Park Authority

Fairfax County, Virginia

CONTACT INFORMATION: Open during regular business hours 8 a.m. - 4:30 p.m., Monday - Friday

703-324-8702
TTY 711

12055 Government Center Pkwy.
Fairfax, Virginia 22035

Kirk Kincannon,
Executive Director

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The Fairfax County Park Authority’s Museum Collections are home to more than 5,000 museum objects (chairs, quilts, baskets, machines, clothing) ,
thousands of archival items (photographs, maps, letters and other documents), upwards of three million artifacts (archaeological discoveries such as spear points, pottery) . They are the stories of Fairfax County.

A Christmas Day Wedding Gift that Gives a History Lesson

Throughout history, gift giving has been a tradition of wedding celebrations. Often many of a young couple’s nicest belongings are obtained as wedding gifts. This was the case for Goldie Virginia Millard and Edward Frank Clarke, who married on December 25, 1906. Goldie was 22 and Edward 24. According to family oral history, Goldie’s younger sister, Charlotte (Lottie) Millard, gave Goldie this beautifully decorated pitcher at a cost of 25 cents to celebrate the marriage.

Charlotte and Goldie were the daughters of Addison and Emma Millard, the owners of Colvin Run Mill. In 1883, Addison Millard purchased Colvin Run Mill and moved his family there. Emma and Addison had 20 children, and Goldie was the first of them born at the mill. Throughout her life, Goldie maintained a fondness for the mill and the Colvin Run community. Her daughter donated personal items to the Fairfax County Park Authority, and this pitcher, donated in 1985, represents the close ties of the Millard family to Colvin Run.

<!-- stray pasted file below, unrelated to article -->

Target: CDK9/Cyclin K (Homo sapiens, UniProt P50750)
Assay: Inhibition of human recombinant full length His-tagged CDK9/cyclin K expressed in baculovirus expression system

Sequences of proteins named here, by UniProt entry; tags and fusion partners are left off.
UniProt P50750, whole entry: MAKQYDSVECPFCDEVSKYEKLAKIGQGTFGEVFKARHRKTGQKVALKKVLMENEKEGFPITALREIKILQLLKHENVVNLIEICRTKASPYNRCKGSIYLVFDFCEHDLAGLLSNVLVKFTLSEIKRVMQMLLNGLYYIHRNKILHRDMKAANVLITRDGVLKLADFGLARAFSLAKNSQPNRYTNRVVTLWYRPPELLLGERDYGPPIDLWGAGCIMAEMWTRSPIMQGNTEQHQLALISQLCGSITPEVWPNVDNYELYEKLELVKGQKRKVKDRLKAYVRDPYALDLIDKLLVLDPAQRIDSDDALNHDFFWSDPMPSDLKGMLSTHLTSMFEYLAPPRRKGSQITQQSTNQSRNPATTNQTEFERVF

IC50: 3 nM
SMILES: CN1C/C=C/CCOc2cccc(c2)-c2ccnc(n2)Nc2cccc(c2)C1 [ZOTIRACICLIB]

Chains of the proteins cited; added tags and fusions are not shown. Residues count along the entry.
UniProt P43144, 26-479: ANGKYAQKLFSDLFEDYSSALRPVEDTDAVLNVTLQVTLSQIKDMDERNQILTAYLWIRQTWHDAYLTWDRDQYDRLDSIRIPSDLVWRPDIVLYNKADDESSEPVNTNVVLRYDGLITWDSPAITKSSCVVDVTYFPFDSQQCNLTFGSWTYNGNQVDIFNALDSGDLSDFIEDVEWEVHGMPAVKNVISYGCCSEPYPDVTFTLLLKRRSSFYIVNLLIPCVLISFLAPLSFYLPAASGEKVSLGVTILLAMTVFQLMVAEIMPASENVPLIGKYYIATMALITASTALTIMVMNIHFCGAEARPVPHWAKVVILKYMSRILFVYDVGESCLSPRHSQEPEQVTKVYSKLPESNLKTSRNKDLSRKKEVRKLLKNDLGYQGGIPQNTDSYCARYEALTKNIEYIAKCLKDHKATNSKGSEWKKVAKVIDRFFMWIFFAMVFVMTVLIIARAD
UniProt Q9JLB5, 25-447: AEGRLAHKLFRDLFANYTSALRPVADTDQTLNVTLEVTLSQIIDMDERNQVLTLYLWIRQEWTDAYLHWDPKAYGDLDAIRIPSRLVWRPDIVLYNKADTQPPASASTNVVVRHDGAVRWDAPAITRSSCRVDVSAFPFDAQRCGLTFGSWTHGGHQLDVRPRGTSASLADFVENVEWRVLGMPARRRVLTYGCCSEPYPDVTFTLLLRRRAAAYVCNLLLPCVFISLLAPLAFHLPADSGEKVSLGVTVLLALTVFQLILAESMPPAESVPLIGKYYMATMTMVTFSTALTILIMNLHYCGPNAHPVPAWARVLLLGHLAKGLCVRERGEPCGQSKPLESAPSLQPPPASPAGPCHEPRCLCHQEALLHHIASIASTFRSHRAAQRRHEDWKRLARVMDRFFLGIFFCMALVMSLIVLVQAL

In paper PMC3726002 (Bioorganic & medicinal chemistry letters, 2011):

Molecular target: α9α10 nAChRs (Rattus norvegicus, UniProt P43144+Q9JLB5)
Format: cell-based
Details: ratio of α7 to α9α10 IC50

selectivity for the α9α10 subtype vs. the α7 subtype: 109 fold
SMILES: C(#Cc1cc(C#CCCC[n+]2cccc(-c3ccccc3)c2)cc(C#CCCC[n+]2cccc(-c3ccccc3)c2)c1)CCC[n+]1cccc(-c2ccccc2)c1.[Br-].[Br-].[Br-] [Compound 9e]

The pitcher is an example of pink lustreware. Lustreware has a metallic glaze that produces an iridescence. This is achieved by using metallic oxides as an overglaze and then firing the vessel at a low temperature. Common lusterware colors are gold, silver, copper, purple and pink. Pink lusterware became commercially available around 1790 when English potters discovered that gold glaze would turn pink during a low-temperature second firing. The style eventually became popular in America and was produced through the 1940s. Pink lusterware commonly has a central transfer print or decal image. This one has three cherubs playing chess surrounded by lush blue and red fabrics and an overflowing vase of flowers. The shape and design suggest it might be of German origin. Lustreware can be found as decoration on many common ceramic forms such as tea sets, cups, plates, and saucers, but is most often found on pitchers. When Charlotte gave Goldie this pitcher, she not only gave her sister something useful and beautiful, she marked her as a fashionable young woman.

A Christmas Day Wedding Gift that Gives a History Lesson

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